"We believe in an inclusive Church - a church which does not discriminate, on any level, on the grounds of economic power, gender, mental health, physical ability, race or sexuality. We believe in Church which welcomes and serves all people in the name of Jesus Christ; which is scripturally faithful; which seeks to proclaim the Gospel afresh for each generation; and which, in the power of the Holy Spirit, allows all people to grasp how wide and long and high and deep is the love of Jesus Christ.".
We believe that there are 6 main areas to consider regarding inclusivity - Disability - Ethnicity - Gender - Mental Health - Poverty - Sexuality - Plus a few other areas (Singleness, Divorce etc)
Enabling churches where disabled people belong. Disabled people are often excluded from the life of the church in many ways. Churches have a legal responsibility to ensure that their buildings are safe and accessible – but inclusion for disabled people goes far beyond installing ramps and toilets.
Seeking to raise awareness of the need to create a church where those from different ethnic backgrounds are enabled to feel welcome. The affirmation of ethnic diversity can give the individual believer and the local congregation a sense of cohesion and belonging.
The Church has long been seen as a patriarchal institution which has reinforced beliefs about inequality between gendered roles, discrimination against women, and rigid heteronormative stereotypes. We seek to educate across a range of gender-based issues within the church.
Mental ill health is a key feature that affects people within church life. It is estimated that 1 in 4 people live with mental health conditions. This means that within our churches and communities we have a significant number of people for whom this is an issue, within congregations and the clergy.
An Inclusive Church does not discriminate, on any level, on grounds of economic power. Churches can be places offering a huge amount of service and support to those who live in economic poverty. At the same time, some living in poverty often experience exclusion from faith communities, there are things that churches could do better to ensure this doesn’t happen.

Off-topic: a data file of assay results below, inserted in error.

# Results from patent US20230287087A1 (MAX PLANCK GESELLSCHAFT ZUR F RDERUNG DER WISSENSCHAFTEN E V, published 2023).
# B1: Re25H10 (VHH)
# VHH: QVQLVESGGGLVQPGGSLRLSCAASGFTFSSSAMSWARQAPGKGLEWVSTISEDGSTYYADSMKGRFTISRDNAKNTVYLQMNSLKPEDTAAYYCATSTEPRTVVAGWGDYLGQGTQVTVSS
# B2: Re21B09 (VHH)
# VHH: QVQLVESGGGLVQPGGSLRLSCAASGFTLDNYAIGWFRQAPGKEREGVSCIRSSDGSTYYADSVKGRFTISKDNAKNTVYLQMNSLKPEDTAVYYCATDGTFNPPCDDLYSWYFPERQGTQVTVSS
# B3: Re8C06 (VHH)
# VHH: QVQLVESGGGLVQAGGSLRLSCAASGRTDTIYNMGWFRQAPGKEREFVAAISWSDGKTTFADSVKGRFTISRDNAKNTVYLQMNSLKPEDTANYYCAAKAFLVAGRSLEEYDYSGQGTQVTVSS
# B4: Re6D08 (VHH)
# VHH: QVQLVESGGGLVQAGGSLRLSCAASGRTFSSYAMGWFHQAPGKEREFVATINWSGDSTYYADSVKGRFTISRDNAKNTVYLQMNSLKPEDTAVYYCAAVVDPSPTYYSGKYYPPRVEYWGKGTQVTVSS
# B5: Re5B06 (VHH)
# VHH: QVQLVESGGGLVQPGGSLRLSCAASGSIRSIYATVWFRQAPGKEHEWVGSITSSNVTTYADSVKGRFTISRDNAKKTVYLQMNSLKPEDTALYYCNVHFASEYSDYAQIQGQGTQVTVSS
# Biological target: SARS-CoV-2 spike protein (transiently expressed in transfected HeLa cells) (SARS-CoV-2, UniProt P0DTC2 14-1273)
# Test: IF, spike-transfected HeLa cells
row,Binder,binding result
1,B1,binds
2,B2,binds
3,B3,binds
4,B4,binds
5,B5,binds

People attracted mainly to the same sex have made a major contribution to the life of the church through the ages, and in recent decades have become more visible. In many countries there has been growing acceptance of lesbian, gay, bisexual, trans, queer and intersex (LGBTQI) people, and awareness of the damage done by prejudice and discrimination.
Other areas which potentially exclude or marginalise people from the life of the church include singleness, divorce, childlessness, old age etc. We seek to help churches identify and address these challenging areas.
Raising awareness about the ways that people feel excluded by the church
A diverse church would be one that invites, disciples, and encourages a mix of people from various cultures and walks of life. It would also include a wide variety of races, genders, ages, ethnicities, education levels, socio-economic classes, abilities, and political and social associations. Through diversity, a church can express the totality of God’s human creation and be blessed with an assortment of perspectives and gifts.
An inclusive church goes the next step and makes concrete moves to recognize, treat, and involve every individual with dignity and respect. This means that equal value is placed on the people of the congregation without regard to their roles, race, gender, or other cultural, social, economic, or political markers.
What’s more, an inclusive church not only recognizes, and invites, diversity, but goes the extra mile to encourage the acknowledgement and confession of anxiety, fear, and stress caused by imbalances or under-representation. This is important because a diverse church is not a cure-all. We are still a bunch of sinners with prejudices, problems, and perspectives that can often come into conflict with our desire for diversity.
And thus, a diverse and inclusive church will not tolerate any favouritism or segregation (Law), but instead, open avenues for a full expression of Christ’s body in all its stunning diversity and comprehensiveness with an eye toward grace and forgiveness along the way (Gospel).
To do this will require clearly stated and congregationally endorsed expectations and policies for equality and fair practices in ministry and mission.
Where can your church start? With a conversation.
Pay attention to your community. Who is missing in your pews? Talk to one another. Listen and learn. Dialogue and discern how your church might not only desire diversity but begin to take concrete steps toward inclusion.
Resources for Inclusivity
- Inclusive Church UK https://www.inclusive-church.org
- The Inclusive Church Resource book series – published by Darton Longman and Todd. Designed as resource books for churches, each book has an introduction, theological reflection, stories from lived experience and a practical resource section. Books can be ordered from the publishers (http://www.darton-longman-todd.co.uk/series/inclusive-church-resources ) or via https://www.inclusive-church.org There are 6 books in the series:
Disability by John Hull
Mental Health by Jean Vanier and John Swinton.
Sexuality by Susannah Cornwall
Poverty by Susan Durber.
Ethnicity by Michael Jagessar
Gender by Rosemary Lain Priestley